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- The Forecaster
FALMOUTH — Middle School teacher Katie Coppens hopes to make her students more aware of social issues and inspire them to find solutions through literature circles.
Coppens said literature circles, or social issue book groups, are a good way for small groups of students to read at the same pace, while also being introduced to issues ranging from the environment to poverty to civil rights.
She said it allows them to gain both knowledge and perhaps a passion for a specific topic.
Students are participating in the literature circles this fall in preparation for an upcoming unit called the solutionary program, which was first tested as a pilot program in the sixth grade last spring, Coppens said.
In the solutionary program, Coppens said, students first learn about a range of social issues, then select a topic of interest and work in a group to learn about the root causes of the problem and the systems that perpetuate it. Then each group creates an action plan to solve the problem.
“By having students take part in social issues book groups, they (can use) reading to improve their awareness” of problems that confront people both at the local and global level, she said. “The experience of reading these novels also connects to our reading curriculum with the emphasis we put on understanding the theme of the novel.”
With the help of a grant from the Falmouth Education Foundation, Coppens has been able to purchase several books for students to choose from.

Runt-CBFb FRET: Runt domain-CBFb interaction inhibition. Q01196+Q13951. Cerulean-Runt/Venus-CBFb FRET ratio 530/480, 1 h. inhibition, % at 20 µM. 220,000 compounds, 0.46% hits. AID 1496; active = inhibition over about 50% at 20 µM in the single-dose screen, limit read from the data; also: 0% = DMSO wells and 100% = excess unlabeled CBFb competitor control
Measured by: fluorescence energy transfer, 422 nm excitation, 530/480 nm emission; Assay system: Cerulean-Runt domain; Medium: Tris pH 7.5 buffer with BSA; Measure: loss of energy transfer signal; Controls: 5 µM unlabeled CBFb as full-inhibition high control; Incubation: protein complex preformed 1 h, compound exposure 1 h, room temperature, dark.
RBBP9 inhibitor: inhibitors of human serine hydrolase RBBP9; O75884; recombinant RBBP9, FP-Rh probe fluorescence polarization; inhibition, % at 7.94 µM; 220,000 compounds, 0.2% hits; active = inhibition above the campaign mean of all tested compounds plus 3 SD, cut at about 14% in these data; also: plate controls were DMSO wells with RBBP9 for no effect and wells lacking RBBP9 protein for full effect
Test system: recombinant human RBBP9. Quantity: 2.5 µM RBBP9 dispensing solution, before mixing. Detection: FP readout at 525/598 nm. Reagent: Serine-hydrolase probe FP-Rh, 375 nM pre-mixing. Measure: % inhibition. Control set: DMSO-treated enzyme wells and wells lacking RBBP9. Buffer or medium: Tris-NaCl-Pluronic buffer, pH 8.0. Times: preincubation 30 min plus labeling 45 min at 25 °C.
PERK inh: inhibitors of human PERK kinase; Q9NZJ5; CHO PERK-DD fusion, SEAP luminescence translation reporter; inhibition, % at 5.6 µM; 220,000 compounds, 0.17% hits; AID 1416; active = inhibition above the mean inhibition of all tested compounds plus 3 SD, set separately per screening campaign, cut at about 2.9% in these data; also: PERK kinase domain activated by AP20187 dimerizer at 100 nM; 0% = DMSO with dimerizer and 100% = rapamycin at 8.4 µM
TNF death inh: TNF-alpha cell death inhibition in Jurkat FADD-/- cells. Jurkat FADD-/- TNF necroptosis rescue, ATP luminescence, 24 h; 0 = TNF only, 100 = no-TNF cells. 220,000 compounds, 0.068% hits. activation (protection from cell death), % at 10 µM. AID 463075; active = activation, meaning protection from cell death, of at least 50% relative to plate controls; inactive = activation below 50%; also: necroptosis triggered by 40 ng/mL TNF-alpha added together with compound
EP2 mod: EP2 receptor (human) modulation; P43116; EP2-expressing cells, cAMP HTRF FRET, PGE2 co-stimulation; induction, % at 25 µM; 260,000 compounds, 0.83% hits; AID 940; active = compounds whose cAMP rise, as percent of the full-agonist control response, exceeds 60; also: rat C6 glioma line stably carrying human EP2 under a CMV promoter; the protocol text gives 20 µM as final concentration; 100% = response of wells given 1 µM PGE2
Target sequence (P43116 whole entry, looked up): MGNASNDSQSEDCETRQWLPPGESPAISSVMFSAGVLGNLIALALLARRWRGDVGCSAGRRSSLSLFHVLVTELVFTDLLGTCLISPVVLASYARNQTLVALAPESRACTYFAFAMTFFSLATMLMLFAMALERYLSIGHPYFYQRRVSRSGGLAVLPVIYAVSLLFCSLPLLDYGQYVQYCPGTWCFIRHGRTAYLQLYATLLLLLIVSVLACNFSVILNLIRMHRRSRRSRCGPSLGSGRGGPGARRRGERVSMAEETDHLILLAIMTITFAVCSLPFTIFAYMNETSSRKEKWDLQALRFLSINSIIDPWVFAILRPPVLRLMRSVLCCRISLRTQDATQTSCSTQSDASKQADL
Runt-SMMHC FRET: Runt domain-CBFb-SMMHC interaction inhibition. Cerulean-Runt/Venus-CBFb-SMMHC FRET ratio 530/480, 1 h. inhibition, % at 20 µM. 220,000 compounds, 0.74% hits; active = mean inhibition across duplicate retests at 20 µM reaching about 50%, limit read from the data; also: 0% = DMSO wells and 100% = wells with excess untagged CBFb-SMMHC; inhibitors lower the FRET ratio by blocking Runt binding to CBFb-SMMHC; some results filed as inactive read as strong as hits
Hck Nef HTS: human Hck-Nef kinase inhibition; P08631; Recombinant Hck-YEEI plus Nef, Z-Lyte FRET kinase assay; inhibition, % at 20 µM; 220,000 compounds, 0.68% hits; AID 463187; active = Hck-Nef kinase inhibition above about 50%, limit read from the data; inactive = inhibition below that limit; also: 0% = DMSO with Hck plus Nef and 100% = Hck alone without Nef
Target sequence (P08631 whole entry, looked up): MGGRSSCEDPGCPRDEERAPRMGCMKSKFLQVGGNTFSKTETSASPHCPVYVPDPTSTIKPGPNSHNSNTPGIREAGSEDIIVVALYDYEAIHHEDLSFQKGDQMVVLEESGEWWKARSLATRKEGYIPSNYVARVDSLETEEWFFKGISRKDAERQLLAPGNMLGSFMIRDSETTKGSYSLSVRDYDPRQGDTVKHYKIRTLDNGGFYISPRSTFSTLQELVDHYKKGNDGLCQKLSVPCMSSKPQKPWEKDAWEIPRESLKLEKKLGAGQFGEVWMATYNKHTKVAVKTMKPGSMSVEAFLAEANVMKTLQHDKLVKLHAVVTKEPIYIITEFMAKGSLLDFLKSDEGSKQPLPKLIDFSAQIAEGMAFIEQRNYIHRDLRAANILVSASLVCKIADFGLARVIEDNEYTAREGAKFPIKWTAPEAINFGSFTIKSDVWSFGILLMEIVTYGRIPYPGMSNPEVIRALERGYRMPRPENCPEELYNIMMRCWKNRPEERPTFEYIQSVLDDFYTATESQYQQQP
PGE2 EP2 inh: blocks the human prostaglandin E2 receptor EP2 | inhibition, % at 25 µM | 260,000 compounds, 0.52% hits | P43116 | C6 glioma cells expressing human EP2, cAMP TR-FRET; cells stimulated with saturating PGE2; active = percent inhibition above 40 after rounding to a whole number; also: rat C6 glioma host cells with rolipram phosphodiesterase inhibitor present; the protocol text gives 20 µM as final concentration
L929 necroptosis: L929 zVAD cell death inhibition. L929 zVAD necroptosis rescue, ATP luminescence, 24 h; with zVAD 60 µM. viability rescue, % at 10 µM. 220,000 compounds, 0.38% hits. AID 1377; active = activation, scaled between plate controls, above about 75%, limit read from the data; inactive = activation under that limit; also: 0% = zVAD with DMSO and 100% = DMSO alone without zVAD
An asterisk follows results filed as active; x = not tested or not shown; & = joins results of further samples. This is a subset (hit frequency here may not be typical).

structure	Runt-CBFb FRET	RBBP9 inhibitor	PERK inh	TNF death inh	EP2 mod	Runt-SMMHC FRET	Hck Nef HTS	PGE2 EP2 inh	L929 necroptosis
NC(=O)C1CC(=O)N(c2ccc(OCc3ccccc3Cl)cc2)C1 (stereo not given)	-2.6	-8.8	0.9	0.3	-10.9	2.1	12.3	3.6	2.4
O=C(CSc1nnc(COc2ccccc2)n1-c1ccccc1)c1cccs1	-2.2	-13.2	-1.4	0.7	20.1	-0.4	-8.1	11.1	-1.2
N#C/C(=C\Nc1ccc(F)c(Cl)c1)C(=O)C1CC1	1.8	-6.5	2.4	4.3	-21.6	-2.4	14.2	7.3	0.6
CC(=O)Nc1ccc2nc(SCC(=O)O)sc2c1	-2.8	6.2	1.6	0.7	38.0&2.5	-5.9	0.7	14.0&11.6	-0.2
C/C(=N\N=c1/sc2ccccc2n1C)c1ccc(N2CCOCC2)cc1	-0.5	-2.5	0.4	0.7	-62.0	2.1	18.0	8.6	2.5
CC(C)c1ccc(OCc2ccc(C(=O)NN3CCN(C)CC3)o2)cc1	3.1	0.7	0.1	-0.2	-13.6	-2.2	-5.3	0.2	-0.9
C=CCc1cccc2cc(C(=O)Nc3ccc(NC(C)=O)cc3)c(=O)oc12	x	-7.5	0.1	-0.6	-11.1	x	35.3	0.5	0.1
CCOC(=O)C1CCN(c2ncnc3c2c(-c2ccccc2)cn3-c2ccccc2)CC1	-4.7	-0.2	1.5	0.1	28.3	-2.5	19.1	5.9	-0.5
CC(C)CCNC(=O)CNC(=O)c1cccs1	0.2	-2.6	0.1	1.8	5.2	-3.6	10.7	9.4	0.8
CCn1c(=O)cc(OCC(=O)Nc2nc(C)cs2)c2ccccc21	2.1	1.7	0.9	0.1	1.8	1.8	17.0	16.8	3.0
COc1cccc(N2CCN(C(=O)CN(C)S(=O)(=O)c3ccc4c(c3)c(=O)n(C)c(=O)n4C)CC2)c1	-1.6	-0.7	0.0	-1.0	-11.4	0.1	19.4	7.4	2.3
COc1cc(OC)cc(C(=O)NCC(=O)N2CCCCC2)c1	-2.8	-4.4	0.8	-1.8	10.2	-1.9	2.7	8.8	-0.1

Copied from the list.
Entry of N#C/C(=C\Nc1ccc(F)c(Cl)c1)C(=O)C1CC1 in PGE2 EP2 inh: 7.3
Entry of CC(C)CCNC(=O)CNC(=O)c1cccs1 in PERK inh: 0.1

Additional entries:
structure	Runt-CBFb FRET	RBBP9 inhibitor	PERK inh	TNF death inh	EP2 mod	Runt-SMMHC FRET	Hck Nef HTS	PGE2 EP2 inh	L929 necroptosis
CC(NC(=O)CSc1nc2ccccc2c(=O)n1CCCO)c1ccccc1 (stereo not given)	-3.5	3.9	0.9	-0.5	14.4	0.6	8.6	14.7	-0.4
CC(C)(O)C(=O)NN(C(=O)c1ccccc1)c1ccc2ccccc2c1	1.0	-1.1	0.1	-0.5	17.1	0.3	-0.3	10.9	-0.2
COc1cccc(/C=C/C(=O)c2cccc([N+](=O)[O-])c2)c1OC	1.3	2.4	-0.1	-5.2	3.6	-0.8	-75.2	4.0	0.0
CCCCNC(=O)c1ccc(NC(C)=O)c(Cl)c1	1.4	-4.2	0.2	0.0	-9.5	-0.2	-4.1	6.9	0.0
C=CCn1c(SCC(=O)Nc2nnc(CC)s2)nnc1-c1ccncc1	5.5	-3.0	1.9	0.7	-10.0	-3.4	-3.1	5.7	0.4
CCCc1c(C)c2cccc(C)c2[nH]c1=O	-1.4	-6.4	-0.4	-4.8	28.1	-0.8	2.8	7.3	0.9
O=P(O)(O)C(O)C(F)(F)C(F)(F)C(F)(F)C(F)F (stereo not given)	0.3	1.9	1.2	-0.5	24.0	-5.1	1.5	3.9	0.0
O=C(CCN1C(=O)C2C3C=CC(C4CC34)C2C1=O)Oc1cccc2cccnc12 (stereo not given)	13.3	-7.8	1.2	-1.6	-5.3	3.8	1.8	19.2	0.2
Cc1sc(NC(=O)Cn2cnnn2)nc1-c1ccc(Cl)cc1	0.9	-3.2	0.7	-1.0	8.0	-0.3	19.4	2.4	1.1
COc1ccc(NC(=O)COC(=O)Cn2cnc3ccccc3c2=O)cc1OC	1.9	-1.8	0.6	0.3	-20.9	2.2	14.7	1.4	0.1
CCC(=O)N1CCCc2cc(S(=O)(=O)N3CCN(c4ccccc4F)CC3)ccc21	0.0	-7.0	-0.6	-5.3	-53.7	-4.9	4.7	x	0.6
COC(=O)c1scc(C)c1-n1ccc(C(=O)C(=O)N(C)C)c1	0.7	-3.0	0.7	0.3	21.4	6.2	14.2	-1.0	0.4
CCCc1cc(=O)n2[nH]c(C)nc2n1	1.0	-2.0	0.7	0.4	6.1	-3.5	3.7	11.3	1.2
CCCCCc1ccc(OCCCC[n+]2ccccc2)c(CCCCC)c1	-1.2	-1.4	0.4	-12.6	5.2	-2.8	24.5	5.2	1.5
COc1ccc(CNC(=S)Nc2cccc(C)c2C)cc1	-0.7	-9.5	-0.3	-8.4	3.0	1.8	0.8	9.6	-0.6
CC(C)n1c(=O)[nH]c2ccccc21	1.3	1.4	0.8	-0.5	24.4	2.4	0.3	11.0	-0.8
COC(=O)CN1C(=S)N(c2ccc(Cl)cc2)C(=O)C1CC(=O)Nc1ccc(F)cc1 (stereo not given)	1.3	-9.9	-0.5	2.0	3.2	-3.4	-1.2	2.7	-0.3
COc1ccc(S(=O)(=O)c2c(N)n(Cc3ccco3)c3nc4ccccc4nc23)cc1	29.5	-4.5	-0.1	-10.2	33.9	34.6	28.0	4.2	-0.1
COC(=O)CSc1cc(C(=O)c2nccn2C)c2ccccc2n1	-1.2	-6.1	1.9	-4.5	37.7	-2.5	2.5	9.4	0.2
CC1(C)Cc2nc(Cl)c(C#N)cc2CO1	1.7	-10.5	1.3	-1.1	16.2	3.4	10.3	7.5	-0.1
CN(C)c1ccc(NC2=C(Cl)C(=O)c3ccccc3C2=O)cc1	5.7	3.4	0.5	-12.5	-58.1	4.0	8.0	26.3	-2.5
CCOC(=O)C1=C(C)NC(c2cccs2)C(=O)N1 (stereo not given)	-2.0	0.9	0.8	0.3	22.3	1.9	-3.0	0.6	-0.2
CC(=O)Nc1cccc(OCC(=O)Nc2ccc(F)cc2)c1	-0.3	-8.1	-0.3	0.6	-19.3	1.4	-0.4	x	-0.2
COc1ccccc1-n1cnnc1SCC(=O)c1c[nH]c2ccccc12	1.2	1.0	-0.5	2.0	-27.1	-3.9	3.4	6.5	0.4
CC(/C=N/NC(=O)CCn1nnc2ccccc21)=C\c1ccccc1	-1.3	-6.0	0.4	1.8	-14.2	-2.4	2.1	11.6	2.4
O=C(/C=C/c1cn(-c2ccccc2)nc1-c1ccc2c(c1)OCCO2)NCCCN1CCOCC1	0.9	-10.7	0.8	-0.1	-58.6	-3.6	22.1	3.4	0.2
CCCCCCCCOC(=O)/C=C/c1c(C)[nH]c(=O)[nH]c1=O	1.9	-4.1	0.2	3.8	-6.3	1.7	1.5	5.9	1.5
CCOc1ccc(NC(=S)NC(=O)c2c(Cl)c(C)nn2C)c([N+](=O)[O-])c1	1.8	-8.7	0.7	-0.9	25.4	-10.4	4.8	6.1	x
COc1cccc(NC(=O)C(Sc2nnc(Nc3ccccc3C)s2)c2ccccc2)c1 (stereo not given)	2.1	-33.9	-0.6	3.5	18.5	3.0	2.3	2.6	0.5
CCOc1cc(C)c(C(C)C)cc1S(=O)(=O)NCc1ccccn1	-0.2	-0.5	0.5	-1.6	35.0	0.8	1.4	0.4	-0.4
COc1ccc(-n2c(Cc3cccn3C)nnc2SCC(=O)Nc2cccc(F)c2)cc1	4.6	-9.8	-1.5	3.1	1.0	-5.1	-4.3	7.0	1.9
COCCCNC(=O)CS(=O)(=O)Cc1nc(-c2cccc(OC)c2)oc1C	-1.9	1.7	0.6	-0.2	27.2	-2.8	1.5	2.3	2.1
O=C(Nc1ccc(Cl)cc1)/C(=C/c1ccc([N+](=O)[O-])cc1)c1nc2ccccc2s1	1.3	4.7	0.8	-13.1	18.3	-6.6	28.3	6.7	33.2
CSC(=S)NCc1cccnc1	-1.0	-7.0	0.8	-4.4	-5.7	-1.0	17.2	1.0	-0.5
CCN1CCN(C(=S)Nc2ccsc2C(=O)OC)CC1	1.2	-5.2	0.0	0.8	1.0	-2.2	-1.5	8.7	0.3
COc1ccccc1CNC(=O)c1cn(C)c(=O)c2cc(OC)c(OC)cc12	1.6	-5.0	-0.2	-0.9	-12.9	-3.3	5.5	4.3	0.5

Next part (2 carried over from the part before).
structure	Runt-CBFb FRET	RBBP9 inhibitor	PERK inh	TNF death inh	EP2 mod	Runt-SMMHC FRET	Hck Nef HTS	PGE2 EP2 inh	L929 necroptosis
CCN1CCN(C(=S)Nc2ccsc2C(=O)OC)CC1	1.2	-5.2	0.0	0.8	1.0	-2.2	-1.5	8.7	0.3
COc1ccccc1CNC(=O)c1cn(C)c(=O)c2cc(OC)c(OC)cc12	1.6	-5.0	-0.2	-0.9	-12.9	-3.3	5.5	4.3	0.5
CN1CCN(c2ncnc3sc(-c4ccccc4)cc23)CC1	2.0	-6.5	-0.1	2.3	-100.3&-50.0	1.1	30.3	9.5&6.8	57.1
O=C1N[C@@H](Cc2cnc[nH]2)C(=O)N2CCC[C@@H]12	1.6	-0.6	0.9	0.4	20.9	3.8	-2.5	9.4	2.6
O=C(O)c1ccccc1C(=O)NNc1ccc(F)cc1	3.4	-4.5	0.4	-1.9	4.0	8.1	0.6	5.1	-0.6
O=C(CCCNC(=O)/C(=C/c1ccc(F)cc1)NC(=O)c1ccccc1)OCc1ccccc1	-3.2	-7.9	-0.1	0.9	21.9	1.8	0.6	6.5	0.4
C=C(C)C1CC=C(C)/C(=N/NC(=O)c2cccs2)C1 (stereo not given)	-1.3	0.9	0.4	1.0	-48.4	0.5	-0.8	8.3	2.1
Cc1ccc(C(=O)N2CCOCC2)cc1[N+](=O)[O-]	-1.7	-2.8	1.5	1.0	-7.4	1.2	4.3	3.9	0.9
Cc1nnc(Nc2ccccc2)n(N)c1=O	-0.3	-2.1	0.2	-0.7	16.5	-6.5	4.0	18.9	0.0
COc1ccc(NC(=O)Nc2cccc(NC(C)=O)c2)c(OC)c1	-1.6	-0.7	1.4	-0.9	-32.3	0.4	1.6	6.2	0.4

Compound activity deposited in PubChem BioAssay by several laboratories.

The titles now available include “Trash,” by Andy Mulligan, which focuses on extreme child poverty; “Refugee,” by Alan Gratz, which looks at the experience of refugees from three distinct points in history, and “Secrets in the Fire,” by Henning Mankell, a book that discusses landmines and the impact they have on civilians long after a war is over.
“All of the books for our literature circles are beautifully written with characters that draw the reader in,” Coppens said. “(What’s) amazing is to see how passionate kids become about these topics.”
Ultimately, Coppens said she hopes the books “spark excitement” in her students.
She said the literature circles are mostly student-led, although teachers will also provide some discussion questions.
During each circle, Coppens said, “students will have different roles, such as discussion leader and question-asker, to help them take on more ownership of the process.” And, she said, “an emphasis is put on not just following a script, but letting the discussion take tangents and follow the path of interest and curiosity of the group.”
“Many of these topics also lead to a natural discussion of empathy, which is important for us to foster in our students,” Coppens said. “I did not have (as many) titles available to me last year, so this grant is really exciting because it will help the sixth-grade teachers build a library of books available for literature circles.”
In addition, Coppens said middle school librarian Cathy Potter has “taught our students the analogy of looking at books as mirrors or windows. Books that are like mirrors allow students to identify with characters and/or the conflict in the book, while books that are like windows allow students to see a whole new world that they might not have otherwise been exposed to.”
Coppens has noticed while the social issues books often start off as windows, they “become like mirrors as students (come to) care for, and identify with, the main character.”
“It’s when books come alive to students in this way that they gain empathy for others and a passion for coming up with solutions to the real-life problems that the characters are facing,” she said.
Sixth-grade students at Falmouth Middle School this fall are participating in literature circles to raise their awareness of social issues.